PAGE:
In the past decade, child-support collections from the estimated 11 million fathers who do not live with their children have nearly doubled, to more than $18 billion a year. Most of that money comes from fathers who have stable jobs and can afford to pay.I always wondered how many dads exactly have been put behind bars for not being able to pay. The Zetamale linked us to an article that gave us a number (for South Carolina at least):
Where the money does not come from is the 2.5 million poor noncustodial fathers in the United States. According to a study by the Urban Institute, nearly 30 percent of these men are in prison. Among the remainder, nearly half are unemployed. Those who do have jobs earn an average of $5,600 a year, well below the poverty line.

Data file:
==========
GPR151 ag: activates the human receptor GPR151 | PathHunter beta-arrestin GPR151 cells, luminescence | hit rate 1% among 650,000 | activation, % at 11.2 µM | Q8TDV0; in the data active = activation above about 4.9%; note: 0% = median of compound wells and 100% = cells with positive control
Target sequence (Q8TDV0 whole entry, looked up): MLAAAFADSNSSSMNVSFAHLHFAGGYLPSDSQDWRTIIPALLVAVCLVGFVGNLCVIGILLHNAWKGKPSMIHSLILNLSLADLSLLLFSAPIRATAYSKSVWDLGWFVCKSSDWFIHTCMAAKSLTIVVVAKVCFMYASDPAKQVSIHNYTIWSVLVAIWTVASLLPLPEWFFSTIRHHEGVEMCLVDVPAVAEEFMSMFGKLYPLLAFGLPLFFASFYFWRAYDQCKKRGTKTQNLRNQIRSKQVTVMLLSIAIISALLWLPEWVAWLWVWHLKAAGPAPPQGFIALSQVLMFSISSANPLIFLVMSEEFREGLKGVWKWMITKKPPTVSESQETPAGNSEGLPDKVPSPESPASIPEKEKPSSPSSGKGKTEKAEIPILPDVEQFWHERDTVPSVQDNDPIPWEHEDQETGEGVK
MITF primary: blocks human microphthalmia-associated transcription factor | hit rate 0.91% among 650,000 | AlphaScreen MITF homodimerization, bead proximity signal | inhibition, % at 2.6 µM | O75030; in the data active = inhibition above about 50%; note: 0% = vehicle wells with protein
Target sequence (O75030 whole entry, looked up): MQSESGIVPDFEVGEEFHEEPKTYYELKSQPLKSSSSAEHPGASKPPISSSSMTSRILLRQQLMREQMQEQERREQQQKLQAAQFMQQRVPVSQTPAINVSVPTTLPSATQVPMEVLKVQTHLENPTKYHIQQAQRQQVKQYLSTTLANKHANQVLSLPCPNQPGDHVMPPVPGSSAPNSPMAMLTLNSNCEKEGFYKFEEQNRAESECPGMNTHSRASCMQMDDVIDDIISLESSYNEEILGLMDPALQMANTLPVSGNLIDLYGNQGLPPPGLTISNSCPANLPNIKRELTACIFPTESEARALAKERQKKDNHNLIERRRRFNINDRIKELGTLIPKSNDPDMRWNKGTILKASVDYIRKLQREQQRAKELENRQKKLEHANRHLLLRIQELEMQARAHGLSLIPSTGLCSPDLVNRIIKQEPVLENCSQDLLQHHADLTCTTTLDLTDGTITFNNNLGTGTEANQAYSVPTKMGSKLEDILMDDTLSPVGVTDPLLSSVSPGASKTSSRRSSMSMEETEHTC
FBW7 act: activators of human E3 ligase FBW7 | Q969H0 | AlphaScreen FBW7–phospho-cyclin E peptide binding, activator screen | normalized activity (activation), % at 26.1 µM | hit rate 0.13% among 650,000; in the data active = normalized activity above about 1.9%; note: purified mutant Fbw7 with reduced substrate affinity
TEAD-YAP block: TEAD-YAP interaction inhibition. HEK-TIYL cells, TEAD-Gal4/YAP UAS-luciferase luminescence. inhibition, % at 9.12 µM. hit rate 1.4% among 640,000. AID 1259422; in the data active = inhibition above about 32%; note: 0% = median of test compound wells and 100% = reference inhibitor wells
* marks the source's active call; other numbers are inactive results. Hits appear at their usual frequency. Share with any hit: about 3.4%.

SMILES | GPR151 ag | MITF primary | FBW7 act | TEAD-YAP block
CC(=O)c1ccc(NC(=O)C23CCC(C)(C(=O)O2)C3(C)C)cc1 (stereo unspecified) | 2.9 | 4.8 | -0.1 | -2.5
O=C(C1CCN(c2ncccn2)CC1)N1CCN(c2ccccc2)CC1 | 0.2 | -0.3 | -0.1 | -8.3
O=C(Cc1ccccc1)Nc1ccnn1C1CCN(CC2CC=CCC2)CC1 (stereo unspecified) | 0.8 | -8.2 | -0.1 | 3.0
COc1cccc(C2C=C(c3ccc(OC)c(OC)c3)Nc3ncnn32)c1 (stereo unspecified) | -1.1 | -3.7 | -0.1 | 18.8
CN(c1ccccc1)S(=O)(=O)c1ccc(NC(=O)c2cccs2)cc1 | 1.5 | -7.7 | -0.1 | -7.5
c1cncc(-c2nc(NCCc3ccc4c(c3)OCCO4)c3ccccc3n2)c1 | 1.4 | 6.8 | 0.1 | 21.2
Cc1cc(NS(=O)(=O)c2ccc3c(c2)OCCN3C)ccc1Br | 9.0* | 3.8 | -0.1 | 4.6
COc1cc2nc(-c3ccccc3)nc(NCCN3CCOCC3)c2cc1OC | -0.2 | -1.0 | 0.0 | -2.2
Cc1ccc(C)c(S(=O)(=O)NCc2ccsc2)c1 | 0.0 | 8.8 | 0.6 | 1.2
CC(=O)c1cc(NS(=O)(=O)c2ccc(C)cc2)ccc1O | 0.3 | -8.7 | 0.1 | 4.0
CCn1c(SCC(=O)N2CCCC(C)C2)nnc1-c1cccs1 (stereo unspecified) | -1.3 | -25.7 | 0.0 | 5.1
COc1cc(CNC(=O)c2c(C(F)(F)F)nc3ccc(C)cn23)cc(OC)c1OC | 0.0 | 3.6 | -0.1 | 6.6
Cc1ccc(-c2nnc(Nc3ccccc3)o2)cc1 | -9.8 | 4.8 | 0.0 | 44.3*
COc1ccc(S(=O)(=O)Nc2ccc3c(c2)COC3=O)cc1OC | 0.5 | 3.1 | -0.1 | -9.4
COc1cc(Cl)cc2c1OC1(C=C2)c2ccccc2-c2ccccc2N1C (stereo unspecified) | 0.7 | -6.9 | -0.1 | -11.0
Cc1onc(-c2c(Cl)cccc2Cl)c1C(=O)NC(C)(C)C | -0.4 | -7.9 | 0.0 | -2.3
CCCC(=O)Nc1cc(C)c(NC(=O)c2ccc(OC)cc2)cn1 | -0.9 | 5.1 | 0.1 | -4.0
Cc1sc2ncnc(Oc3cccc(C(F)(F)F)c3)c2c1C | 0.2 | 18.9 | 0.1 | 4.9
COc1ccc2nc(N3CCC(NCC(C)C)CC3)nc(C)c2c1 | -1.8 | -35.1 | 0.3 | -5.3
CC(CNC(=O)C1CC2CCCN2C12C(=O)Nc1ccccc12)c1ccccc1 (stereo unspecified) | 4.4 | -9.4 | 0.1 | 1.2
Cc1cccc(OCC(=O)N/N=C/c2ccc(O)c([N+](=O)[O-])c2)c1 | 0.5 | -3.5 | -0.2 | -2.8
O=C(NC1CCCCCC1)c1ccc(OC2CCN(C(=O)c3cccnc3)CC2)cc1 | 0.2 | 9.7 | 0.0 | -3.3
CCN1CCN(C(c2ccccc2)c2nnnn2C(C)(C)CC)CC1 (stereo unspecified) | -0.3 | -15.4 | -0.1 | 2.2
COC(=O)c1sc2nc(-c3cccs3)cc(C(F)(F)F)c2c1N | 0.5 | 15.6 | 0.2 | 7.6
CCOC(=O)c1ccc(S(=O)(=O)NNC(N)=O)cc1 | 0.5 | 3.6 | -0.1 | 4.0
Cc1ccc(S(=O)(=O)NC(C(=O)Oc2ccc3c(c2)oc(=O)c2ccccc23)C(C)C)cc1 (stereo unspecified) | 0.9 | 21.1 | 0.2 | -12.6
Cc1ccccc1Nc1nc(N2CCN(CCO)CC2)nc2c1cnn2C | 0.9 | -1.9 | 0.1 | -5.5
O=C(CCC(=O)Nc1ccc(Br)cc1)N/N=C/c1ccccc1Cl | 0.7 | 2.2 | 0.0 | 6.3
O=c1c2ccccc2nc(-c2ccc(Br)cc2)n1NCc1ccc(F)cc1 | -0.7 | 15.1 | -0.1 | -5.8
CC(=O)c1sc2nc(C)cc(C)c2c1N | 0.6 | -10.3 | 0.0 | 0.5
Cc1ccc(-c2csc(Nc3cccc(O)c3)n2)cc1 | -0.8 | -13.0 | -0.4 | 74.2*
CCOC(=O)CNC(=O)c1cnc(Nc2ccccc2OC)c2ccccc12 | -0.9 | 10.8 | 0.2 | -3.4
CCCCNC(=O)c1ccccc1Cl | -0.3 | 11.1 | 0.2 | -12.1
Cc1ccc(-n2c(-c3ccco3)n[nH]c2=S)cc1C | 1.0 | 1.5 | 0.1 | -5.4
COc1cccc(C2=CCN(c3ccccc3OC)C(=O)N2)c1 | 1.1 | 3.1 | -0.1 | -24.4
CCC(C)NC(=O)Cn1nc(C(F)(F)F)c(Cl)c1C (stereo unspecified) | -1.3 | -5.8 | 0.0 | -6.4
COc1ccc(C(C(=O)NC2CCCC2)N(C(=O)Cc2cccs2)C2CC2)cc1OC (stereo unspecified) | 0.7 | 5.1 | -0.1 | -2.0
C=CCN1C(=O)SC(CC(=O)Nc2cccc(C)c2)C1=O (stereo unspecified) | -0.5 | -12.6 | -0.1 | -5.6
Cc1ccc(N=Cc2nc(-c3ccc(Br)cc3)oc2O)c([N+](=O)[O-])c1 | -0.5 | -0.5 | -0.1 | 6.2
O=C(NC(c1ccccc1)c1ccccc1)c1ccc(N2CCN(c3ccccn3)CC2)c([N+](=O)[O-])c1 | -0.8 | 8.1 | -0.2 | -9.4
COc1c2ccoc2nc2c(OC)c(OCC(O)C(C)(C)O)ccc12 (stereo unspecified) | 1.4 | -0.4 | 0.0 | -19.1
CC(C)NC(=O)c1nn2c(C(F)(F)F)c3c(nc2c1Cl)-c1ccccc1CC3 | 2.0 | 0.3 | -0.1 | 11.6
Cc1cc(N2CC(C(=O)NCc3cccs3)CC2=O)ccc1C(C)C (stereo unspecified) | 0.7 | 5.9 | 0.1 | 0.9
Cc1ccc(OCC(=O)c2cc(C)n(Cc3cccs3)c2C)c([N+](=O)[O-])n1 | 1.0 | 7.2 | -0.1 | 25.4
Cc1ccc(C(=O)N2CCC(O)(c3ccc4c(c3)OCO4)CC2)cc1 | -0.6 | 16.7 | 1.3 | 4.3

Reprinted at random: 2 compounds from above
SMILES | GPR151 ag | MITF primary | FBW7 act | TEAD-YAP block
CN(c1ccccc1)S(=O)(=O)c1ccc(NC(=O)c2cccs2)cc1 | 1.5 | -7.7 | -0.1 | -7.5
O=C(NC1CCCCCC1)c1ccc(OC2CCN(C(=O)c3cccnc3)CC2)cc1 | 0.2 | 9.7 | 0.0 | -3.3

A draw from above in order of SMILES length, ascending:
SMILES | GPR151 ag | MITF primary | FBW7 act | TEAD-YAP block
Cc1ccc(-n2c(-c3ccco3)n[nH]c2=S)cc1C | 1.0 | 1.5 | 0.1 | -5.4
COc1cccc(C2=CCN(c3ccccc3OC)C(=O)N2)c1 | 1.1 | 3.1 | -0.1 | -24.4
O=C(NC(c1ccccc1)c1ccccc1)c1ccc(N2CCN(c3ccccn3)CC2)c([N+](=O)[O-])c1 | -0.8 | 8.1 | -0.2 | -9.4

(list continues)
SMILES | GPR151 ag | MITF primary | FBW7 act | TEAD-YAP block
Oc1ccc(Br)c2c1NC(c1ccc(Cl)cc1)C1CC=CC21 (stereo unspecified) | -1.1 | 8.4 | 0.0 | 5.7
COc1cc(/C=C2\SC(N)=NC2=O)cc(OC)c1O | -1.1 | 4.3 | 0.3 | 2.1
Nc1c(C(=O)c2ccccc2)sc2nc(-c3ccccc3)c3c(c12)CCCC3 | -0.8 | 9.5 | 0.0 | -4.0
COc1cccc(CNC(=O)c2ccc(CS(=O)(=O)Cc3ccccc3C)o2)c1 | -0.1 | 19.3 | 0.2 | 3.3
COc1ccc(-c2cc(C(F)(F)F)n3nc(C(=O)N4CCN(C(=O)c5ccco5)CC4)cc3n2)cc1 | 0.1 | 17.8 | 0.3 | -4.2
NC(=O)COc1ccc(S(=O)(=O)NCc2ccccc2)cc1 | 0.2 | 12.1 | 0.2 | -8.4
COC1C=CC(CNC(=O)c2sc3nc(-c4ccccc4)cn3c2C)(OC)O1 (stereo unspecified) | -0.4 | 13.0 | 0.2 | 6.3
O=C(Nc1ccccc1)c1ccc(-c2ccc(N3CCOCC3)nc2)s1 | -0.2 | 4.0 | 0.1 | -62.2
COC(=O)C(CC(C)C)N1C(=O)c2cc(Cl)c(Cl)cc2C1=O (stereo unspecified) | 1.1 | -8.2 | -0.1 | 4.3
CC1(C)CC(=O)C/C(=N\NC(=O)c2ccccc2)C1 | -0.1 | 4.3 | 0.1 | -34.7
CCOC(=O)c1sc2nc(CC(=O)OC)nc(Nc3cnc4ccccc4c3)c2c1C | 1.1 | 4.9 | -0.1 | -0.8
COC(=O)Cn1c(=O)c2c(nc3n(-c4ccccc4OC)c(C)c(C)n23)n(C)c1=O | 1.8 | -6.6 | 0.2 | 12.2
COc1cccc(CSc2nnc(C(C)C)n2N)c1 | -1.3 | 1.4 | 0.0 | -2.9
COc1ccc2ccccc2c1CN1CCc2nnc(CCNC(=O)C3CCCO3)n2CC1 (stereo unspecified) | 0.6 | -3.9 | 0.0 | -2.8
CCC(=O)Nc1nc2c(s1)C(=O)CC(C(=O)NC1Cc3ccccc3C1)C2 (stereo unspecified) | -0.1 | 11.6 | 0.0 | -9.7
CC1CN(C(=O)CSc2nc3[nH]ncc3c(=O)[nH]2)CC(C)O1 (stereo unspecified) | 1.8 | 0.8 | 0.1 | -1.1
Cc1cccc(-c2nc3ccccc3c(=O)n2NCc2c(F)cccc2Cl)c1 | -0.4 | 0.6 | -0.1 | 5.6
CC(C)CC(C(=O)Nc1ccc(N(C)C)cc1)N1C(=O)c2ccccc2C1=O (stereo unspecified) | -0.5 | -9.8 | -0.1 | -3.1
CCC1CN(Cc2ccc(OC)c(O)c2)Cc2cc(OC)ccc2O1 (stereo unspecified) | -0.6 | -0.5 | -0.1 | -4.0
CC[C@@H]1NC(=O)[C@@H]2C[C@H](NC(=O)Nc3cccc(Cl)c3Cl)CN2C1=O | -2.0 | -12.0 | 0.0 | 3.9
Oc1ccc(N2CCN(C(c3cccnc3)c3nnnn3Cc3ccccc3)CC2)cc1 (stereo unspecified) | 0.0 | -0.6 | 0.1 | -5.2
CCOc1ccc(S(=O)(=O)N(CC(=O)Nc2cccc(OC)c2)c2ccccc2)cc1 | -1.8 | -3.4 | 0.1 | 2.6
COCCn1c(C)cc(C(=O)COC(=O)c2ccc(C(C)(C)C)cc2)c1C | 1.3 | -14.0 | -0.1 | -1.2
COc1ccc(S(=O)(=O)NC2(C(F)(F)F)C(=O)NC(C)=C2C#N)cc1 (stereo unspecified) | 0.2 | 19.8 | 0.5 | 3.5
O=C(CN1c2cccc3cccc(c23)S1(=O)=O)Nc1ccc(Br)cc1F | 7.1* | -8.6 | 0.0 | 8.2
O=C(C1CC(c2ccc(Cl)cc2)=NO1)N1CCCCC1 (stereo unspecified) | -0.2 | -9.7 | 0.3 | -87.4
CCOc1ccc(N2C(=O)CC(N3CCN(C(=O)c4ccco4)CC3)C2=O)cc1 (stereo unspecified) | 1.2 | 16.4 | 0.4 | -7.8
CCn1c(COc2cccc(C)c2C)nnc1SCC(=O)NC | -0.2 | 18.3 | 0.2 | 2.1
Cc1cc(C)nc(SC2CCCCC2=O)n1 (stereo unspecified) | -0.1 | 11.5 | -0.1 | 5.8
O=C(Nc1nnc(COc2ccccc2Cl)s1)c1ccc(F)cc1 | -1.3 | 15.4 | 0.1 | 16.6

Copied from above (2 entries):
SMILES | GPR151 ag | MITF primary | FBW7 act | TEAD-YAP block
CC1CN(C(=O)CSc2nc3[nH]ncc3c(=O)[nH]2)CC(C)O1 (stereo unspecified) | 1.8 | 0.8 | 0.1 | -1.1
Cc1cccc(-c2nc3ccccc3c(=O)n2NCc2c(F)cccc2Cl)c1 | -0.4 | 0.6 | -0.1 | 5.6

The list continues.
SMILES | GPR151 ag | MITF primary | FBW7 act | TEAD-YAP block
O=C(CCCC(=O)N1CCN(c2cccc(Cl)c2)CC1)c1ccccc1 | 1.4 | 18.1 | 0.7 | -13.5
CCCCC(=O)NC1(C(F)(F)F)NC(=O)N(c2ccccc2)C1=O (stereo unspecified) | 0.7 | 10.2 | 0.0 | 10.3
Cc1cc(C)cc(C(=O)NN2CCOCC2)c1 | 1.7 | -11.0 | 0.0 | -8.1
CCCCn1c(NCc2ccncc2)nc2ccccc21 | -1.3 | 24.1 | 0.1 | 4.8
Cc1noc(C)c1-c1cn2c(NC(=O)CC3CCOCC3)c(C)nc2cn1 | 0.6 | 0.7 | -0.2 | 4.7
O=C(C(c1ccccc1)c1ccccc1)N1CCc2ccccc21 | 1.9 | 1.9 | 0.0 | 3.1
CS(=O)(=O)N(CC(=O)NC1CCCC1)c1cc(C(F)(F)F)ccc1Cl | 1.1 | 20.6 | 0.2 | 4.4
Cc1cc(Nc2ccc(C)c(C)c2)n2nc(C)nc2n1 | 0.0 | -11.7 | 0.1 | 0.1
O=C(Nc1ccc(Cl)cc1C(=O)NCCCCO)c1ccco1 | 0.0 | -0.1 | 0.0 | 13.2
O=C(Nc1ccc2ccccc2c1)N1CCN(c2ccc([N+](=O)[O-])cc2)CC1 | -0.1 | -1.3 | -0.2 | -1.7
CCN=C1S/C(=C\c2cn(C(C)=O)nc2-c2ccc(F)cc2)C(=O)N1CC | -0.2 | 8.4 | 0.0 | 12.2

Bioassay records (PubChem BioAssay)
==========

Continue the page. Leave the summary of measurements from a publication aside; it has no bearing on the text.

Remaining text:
Poor fathers are often asked to pay significantly more, as a percentage of their income, than middle- class fathers, according to the Manpower Demonstration Research Corporation, a social policy research group that studied 5,500 low-income fathers in seven cities in the 1990's. Nearly two-thirds of the poor fathers tracked by the study had child support orders that demanded more than half of their income.
South Carolina is one of those states that does not provide a lawyer for indigent parents facing prison for nonpayment, [...] in South Carolina, 13 percent of the county jail population consists of nonpaying parents held in civil contempt, and 98 percent of them did not have lawyers.And justice for all, well at least for those that can afford having a lawyer...